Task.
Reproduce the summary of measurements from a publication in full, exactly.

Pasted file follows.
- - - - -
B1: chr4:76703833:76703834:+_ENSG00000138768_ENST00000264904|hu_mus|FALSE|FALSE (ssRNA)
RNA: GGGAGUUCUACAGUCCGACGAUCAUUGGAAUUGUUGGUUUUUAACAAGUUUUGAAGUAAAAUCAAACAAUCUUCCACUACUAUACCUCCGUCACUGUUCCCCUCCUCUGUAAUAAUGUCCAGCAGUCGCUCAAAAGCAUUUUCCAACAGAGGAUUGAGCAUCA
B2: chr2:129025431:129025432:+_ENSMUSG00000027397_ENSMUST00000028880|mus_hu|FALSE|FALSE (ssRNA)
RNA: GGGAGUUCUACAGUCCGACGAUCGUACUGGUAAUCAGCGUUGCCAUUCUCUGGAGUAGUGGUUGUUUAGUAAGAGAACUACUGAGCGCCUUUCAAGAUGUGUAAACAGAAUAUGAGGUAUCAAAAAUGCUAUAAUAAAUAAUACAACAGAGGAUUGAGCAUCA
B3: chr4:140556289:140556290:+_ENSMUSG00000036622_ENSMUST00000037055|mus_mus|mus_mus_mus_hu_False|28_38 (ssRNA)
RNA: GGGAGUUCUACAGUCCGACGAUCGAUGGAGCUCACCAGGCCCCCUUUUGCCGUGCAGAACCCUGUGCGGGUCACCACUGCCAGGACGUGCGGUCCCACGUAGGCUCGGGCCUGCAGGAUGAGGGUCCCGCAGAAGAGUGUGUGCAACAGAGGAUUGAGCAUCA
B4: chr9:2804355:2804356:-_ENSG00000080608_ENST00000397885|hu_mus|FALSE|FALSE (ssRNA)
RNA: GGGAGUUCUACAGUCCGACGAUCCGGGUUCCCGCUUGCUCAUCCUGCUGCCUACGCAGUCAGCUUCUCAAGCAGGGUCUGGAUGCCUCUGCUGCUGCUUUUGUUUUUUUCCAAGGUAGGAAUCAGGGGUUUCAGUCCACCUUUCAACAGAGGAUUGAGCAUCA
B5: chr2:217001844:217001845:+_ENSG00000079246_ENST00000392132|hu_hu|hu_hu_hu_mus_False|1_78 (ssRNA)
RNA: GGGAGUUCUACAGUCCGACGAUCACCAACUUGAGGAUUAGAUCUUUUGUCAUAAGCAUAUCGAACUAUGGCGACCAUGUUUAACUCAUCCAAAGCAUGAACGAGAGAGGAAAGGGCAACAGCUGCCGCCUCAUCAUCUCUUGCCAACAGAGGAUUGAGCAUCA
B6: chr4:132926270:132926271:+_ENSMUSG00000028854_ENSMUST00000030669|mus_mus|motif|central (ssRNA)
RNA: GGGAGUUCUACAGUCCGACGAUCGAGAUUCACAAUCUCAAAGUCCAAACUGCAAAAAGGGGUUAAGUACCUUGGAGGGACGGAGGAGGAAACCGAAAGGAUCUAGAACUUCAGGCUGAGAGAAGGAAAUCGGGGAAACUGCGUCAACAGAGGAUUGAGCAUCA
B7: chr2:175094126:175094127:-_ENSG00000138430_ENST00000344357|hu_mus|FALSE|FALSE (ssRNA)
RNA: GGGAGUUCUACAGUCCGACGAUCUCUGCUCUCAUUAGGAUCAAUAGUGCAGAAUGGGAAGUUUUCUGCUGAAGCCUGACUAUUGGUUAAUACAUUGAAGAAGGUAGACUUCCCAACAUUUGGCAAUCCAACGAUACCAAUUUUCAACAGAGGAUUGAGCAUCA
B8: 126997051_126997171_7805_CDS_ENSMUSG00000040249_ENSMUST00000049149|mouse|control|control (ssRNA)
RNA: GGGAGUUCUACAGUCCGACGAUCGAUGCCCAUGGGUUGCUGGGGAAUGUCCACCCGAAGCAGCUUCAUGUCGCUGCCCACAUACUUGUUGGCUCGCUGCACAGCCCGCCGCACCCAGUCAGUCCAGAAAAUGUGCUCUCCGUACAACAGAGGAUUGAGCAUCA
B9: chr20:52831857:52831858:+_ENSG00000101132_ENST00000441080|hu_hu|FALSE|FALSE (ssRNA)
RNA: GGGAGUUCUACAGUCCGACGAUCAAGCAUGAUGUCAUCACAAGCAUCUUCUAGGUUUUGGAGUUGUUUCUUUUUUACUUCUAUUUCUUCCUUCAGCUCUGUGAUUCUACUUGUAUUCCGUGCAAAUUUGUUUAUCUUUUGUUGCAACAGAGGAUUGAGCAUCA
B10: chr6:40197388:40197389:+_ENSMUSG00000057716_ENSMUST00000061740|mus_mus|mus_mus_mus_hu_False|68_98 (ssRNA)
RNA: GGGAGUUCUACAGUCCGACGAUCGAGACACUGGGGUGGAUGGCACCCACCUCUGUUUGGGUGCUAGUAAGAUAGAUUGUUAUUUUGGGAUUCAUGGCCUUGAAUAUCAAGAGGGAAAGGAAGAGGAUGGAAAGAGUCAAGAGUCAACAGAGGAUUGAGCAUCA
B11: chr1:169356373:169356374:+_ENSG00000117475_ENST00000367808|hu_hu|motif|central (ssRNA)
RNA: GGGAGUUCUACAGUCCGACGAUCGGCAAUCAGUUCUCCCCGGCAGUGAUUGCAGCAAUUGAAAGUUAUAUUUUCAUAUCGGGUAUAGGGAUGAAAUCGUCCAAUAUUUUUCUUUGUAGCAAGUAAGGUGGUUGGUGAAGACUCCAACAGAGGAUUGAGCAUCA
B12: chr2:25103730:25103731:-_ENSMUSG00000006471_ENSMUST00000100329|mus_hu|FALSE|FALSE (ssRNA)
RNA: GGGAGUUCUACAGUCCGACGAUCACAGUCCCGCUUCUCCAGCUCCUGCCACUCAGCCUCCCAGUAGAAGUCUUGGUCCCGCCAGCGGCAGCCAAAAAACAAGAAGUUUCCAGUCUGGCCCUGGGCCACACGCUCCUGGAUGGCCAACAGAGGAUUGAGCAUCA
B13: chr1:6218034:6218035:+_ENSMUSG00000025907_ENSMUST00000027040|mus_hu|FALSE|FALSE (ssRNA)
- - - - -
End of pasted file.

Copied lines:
B1: chr4:76703833:76703834:+_ENSG00000138768_ENST00000264904|hu_mus|FALSE|FALSE (ssRNA)
RNA: GGGAGUUCUACAGUCCGACGAUCAUUGGAAUUGUUGGUUUUUAACAAGUUUUGAAGUAAAAUCAAACAAUCUUCCACUACUAUACCUCCGUCACUGUUCCCCUCCUCUGUAAUAAUGUCCAGCAGUCGCUCAAAAGCAUUUUCCAACAGAGGAUUGAGCAUCA
B2: chr2:129025431:129025432:+_ENSMUSG00000027397_ENSMUST00000028880|mus_hu|FALSE|FALSE (ssRNA)
RNA: GGGAGUUCUACAGUCCGACGAUCGUACUGGUAAUCAGCGUUGCCAUUCUCUGGAGUAGUGGUUGUUUAGUAAGAGAACUACUGAGCGCCUUUCAAGAUGUGUAAACAGAAUAUGAGGUAUCAAAAAUGCUAUAAUAAAUAAUACAACAGAGGAUUGAGCAUCA
B3: chr4:140556289:140556290:+_ENSMUSG00000036622_ENSMUST00000037055|mus_mus|mus_mus_mus_hu_False|28_38 (ssRNA)
RNA: GGGAGUUCUACAGUCCGACGAUCGAUGGAGCUCACCAGGCCCCCUUUUGCCGUGCAGAACCCUGUGCGGGUCACCACUGCCAGGACGUGCGGUCCCACGUAGGCUCGGGCCUGCAGGAUGAGGGUCCCGCAGAAGAGUGUGUGCAACAGAGGAUUGAGCAUCA
B4: chr9:2804355:2804356:-_ENSG00000080608_ENST00000397885|hu_mus|FALSE|FALSE (ssRNA)
RNA: GGGAGUUCUACAGUCCGACGAUCCGGGUUCCCGCUUGCUCAUCCUGCUGCCUACGCAGUCAGCUUCUCAAGCAGGGUCUGGAUGCCUCUGCUGCUGCUUUUGUUUUUUUCCAAGGUAGGAAUCAGGGGUUUCAGUCCACCUUUCAACAGAGGAUUGAGCAUCA
B5: chr2:217001844:217001845:+_ENSG00000079246_ENST00000392132|hu_hu|hu_hu_hu_mus_False|1_78 (ssRNA)
RNA: GGGAGUUCUACAGUCCGACGAUCACCAACUUGAGGAUUAGAUCUUUUGUCAUAAGCAUAUCGAACUAUGGCGACCAUGUUUAACUCAUCCAAAGCAUGAACGAGAGAGGAAAGGGCAACAGCUGCCGCCUCAUCAUCUCUUGCCAACAGAGGAUUGAGCAUCA
B6: chr4:132926270:132926271:+_ENSMUSG00000028854_ENSMUST00000030669|mus_mus|motif|central (ssRNA)
RNA: GGGAGUUCUACAGUCCGACGAUCGAGAUUCACAAUCUCAAAGUCCAAACUGCAAAAAGGGGUUAAGUACCUUGGAGGGACGGAGGAGGAAACCGAAAGGAUCUAGAACUUCAGGCUGAGAGAAGGAAAUCGGGGAAACUGCGUCAACAGAGGAUUGAGCAUCA
B7: chr2:175094126:175094127:-_ENSG00000138430_ENST00000344357|hu_mus|FALSE|FALSE (ssRNA)
RNA: GGGAGUUCUACAGUCCGACGAUCUCUGCUCUCAUUAGGAUCAAUAGUGCAGAAUGGGAAGUUUUCUGCUGAAGCCUGACUAUUGGUUAAUACAUUGAAGAAGGUAGACUUCCCAACAUUUGGCAAUCCAACGAUACCAAUUUUCAACAGAGGAUUGAGCAUCA
B8: 126997051_126997171_7805_CDS_ENSMUSG00000040249_ENSMUST00000049149|mouse|control|control (ssRNA)
RNA: GGGAGUUCUACAGUCCGACGAUCGAUGCCCAUGGGUUGCUGGGGAAUGUCCACCCGAAGCAGCUUCAUGUCGCUGCCCACAUACUUGUUGGCUCGCUGCACAGCCCGCCGCACCCAGUCAGUCCAGAAAAUGUGCUCUCCGUACAACAGAGGAUUGAGCAUCA
B9: chr20:52831857:52831858:+_ENSG00000101132_ENST00000441080|hu_hu|FALSE|FALSE (ssRNA)
RNA: GGGAGUUCUACAGUCCGACGAUCAAGCAUGAUGUCAUCACAAGCAUCUUCUAGGUUUUGGAGUUGUUUCUUUUUUACUUCUAUUUCUUCCUUCAGCUCUGUGAUUCUACUUGUAUUCCGUGCAAAUUUGUUUAUCUUUUGUUGCAACAGAGGAUUGAGCAUCA
B10: chr6:40197388:40197389:+_ENSMUSG00000057716_ENSMUST00000061740|mus_mus|mus_mus_mus_hu_False|68_98 (ssRNA)
RNA: GGGAGUUCUACAGUCCGACGAUCGAGACACUGGGGUGGAUGGCACCCACCUCUGUUUGGGUGCUAGUAAGAUAGAUUGUUAUUUUGGGAUUCAUGGCCUUGAAUAUCAAGAGGGAAAGGAAGAGGAUGGAAAGAGUCAAGAGUCAACAGAGGAUUGAGCAUCA
B11: chr1:169356373:169356374:+_ENSG00000117475_ENST00000367808|hu_hu|motif|central (ssRNA)
RNA: GGGAGUUCUACAGUCCGACGAUCGGCAAUCAGUUCUCCCCGGCAGUGAUUGCAGCAAUUGAAAGUUAUAUUUUCAUAUCGGGUAUAGGGAUGAAAUCGUCCAAUAUUUUUCUUUGUAGCAAGUAAGGUGGUUGGUGAAGACUCCAACAGAGGAUUGAGCAUCA
B12: chr2:25103730:25103731:-_ENSMUSG00000006471_ENSMUST00000100329|mus_hu|FALSE|FALSE (ssRNA)
RNA: GGGAGUUCUACAGUCCGACGAUCACAGUCCCGCUUCUCCAGCUCCUGCCACUCAGCCUCCCAGUAGAAGUCUUGGUCCCGCCAGCGGCAGCCAAAAAACAAGAAGUUUCCAGUCUGGCCCUGGGCCACACGCUCCUGGAUGGCCAACAGAGGAUUGAGCAUCA
B13: chr1:6218034:6218035:+_ENSMUSG00000025907_ENSMUST00000027040|mus_hu|FALSE|FALSE (ssRNA)